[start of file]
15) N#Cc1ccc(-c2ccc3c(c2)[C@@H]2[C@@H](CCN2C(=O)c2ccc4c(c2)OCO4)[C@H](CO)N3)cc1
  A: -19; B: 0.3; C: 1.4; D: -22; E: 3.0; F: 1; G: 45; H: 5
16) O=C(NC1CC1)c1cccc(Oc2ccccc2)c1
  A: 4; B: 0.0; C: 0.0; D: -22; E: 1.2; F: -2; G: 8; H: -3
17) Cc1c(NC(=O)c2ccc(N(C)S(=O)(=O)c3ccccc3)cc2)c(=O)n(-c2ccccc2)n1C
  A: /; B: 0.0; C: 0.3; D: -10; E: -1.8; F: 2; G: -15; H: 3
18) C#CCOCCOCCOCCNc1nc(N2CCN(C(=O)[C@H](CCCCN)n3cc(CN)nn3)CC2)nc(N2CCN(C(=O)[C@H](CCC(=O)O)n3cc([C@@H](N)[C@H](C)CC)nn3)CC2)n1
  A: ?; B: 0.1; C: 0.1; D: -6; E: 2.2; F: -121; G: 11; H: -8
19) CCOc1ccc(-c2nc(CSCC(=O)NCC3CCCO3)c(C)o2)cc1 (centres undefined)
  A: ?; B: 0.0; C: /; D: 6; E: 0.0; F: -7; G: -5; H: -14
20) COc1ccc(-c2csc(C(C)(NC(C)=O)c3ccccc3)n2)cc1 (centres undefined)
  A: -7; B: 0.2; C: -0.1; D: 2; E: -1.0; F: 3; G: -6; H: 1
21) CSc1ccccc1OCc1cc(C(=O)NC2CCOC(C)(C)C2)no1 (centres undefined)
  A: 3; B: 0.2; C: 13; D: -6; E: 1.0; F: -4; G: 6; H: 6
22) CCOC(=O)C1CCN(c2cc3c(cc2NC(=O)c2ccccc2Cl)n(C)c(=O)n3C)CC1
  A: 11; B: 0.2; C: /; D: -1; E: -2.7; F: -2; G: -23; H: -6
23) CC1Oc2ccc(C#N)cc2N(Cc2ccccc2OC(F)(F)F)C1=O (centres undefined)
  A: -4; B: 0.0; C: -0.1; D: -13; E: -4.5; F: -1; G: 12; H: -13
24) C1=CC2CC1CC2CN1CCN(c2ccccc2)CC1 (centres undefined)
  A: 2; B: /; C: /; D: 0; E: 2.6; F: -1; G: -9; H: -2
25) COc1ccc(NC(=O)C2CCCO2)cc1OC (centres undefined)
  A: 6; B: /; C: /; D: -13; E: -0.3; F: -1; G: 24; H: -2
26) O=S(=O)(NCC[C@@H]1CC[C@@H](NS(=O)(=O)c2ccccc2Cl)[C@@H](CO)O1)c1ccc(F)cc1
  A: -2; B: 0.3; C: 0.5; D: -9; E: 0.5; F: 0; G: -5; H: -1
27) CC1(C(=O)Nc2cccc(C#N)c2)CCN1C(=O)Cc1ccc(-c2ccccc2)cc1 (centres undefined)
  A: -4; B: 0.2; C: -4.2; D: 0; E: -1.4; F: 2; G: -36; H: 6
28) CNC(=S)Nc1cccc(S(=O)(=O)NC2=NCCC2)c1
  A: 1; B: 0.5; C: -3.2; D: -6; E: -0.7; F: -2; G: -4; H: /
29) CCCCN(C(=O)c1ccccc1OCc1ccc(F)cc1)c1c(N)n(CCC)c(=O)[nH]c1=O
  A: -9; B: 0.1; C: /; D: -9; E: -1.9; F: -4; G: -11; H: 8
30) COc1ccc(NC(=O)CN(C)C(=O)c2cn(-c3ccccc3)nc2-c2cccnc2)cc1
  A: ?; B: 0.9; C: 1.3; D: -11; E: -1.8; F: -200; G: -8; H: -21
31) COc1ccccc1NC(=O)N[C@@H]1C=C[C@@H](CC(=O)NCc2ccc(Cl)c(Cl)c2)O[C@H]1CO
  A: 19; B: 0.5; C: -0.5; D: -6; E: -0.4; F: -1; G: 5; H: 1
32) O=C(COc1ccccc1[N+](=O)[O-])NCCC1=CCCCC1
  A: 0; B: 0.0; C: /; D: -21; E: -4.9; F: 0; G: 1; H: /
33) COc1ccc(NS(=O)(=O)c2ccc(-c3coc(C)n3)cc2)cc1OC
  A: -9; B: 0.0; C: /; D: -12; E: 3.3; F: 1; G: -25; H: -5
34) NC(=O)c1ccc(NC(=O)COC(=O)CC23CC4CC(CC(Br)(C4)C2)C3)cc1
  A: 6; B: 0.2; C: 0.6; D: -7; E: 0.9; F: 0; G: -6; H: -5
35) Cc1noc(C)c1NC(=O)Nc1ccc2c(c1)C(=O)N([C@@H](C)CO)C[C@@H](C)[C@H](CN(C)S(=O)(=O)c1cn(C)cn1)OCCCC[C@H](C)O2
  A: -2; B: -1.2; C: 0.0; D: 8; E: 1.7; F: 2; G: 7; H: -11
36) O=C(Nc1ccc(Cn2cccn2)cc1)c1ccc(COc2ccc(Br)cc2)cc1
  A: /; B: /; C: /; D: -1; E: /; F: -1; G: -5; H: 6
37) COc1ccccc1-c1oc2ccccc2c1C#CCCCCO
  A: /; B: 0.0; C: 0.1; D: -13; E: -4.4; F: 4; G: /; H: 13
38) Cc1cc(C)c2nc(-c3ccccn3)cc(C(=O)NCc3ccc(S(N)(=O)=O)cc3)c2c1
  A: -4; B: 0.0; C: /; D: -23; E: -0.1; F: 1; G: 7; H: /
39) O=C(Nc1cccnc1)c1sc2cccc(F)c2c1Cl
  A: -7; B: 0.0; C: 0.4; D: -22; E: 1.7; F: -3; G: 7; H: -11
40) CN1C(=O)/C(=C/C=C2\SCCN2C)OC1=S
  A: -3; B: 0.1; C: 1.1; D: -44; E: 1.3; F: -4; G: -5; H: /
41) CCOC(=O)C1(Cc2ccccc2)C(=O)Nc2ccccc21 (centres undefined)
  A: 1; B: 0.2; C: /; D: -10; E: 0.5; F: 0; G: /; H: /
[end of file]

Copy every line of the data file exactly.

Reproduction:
15) N#Cc1ccc(-c2ccc3c(c2)[C@@H]2[C@@H](CCN2C(=O)c2ccc4c(c2)OCO4)[C@H](CO)N3)cc1
  A: -19; B: 0.3; C: 1.4; D: -22; E: 3.0; F: 1; G: 45; H: 5
16) O=C(NC1CC1)c1cccc(Oc2ccccc2)c1
  A: 4; B: 0.0; C: 0.0; D: -22; E: 1.2; F: -2; G: 8; H: -3
17) Cc1c(NC(=O)c2ccc(N(C)S(=O)(=O)c3ccccc3)cc2)c(=O)n(-c2ccccc2)n1C
  A: /; B: 0.0; C: 0.3; D: -10; E: -1.8; F: 2; G: -15; H: 3
18) C#CCOCCOCCOCCNc1nc(N2CCN(C(=O)[C@H](CCCCN)n3cc(CN)nn3)CC2)nc(N2CCN(C(=O)[C@H](CCC(=O)O)n3cc([C@@H](N)[C@H](C)CC)nn3)CC2)n1
  A: ?; B: 0.1; C: 0.1; D: -6; E: 2.2; F: -121; G: 11; H: -8
19) CCOc1ccc(-c2nc(CSCC(=O)NCC3CCCO3)c(C)o2)cc1 (centres undefined)
  A: ?; B: 0.0; C: /; D: 6; E: 0.0; F: -7; G: -5; H: -14
20) COc1ccc(-c2csc(C(C)(NC(C)=O)c3ccccc3)n2)cc1 (centres undefined)
  A: -7; B: 0.2; C: -0.1; D: 2; E: -1.0; F: 3; G: -6; H: 1
21) CSc1ccccc1OCc1cc(C(=O)NC2CCOC(C)(C)C2)no1 (centres undefined)
  A: 3; B: 0.2; C: 13; D: -6; E: 1.0; F: -4; G: 6; H: 6
22) CCOC(=O)C1CCN(c2cc3c(cc2NC(=O)c2ccccc2Cl)n(C)c(=O)n3C)CC1
  A: 11; B: 0.2; C: /; D: -1; E: -2.7; F: -2; G: -23; H: -6
23) CC1Oc2ccc(C#N)cc2N(Cc2ccccc2OC(F)(F)F)C1=O (centres undefined)
  A: -4; B: 0.0; C: -0.1; D: -13; E: -4.5; F: -1; G: 12; H: -13
24) C1=CC2CC1CC2CN1CCN(c2ccccc2)CC1 (centres undefined)
  A: 2; B: /; C: /; D: 0; E: 2.6; F: -1; G: -9; H: -2
25) COc1ccc(NC(=O)C2CCCO2)cc1OC (centres undefined)
  A: 6; B: /; C: /; D: -13; E: -0.3; F: -1; G: 24; H: -2
26) O=S(=O)(NCC[C@@H]1CC[C@@H](NS(=O)(=O)c2ccccc2Cl)[C@@H](CO)O1)c1ccc(F)cc1
  A: -2; B: 0.3; C: 0.5; D: -9; E: 0.5; F: 0; G: -5; H: -1
27) CC1(C(=O)Nc2cccc(C#N)c2)CCN1C(=O)Cc1ccc(-c2ccccc2)cc1 (centres undefined)
  A: -4; B: 0.2; C: -4.2; D: 0; E: -1.4; F: 2; G: -36; H: 6
28) CNC(=S)Nc1cccc(S(=O)(=O)NC2=NCCC2)c1
  A: 1; B: 0.5; C: -3.2; D: -6; E: -0.7; F: -2; G: -4; H: /
29) CCCCN(C(=O)c1ccccc1OCc1ccc(F)cc1)c1c(N)n(CCC)c(=O)[nH]c1=O
  A: -9; B: 0.1; C: /; D: -9; E: -1.9; F: -4; G: -11; H: 8
30) COc1ccc(NC(=O)CN(C)C(=O)c2cn(-c3ccccc3)nc2-c2cccnc2)cc1
  A: ?; B: 0.9; C: 1.3; D: -11; E: -1.8; F: -200; G: -8; H: -21
31) COc1ccccc1NC(=O)N[C@@H]1C=C[C@@H](CC(=O)NCc2ccc(Cl)c(Cl)c2)O[C@H]1CO
  A: 19; B: 0.5; C: -0.5; D: -6; E: -0.4; F: -1; G: 5; H: 1
32) O=C(COc1ccccc1[N+](=O)[O-])NCCC1=CCCCC1
  A: 0; B: 0.0; C: /; D: -21; E: -4.9; F: 0; G: 1; H: /
33) COc1ccc(NS(=O)(=O)c2ccc(-c3coc(C)n3)cc2)cc1OC
  A: -9; B: 0.0; C: /; D: -12; E: 3.3; F: 1; G: -25; H: -5
34) NC(=O)c1ccc(NC(=O)COC(=O)CC23CC4CC(CC(Br)(C4)C2)C3)cc1
  A: 6; B: 0.2; C: 0.6; D: -7; E: 0.9; F: 0; G: -6; H: -5
35) Cc1noc(C)c1NC(=O)Nc1ccc2c(c1)C(=O)N([C@@H](C)CO)C[C@@H](C)[C@H](CN(C)S(=O)(=O)c1cn(C)cn1)OCCCC[C@H](C)O2
  A: -2; B: -1.2; C: 0.0; D: 8; E: 1.7; F: 2; G: 7; H: -11
36) O=C(Nc1ccc(Cn2cccn2)cc1)c1ccc(COc2ccc(Br)cc2)cc1
  A: /; B: /; C: /; D: -1; E: /; F: -1; G: -5; H: 6
37) COc1ccccc1-c1oc2ccccc2c1C#CCCCCO
  A: /; B: 0.0; C: 0.1; D: -13; E: -4.4; F: 4; G: /; H: 13
38) Cc1cc(C)c2nc(-c3ccccn3)cc(C(=O)NCc3ccc(S(N)(=O)=O)cc3)c2c1
  A: -4; B: 0.0; C: /; D: -23; E: -0.1; F: 1; G: 7; H: /
39) O=C(Nc1cccnc1)c1sc2cccc(F)c2c1Cl
  A: -7; B: 0.0; C: 0.4; D: -22; E: 1.7; F: -3; G: 7; H: -11
40) CN1C(=O)/C(=C/C=C2\SCCN2C)OC1=S
  A: -3; B: 0.1; C: 1.1; D: -44; E: 1.3; F: -4; G: -5; H: /
41) CCOC(=O)C1(Cc2ccccc2)C(=O)Nc2ccccc21 (centres undefined)
  A: 1; B: 0.2; C: /; D: -10; E: 0.5; F: 0; G: /; H: /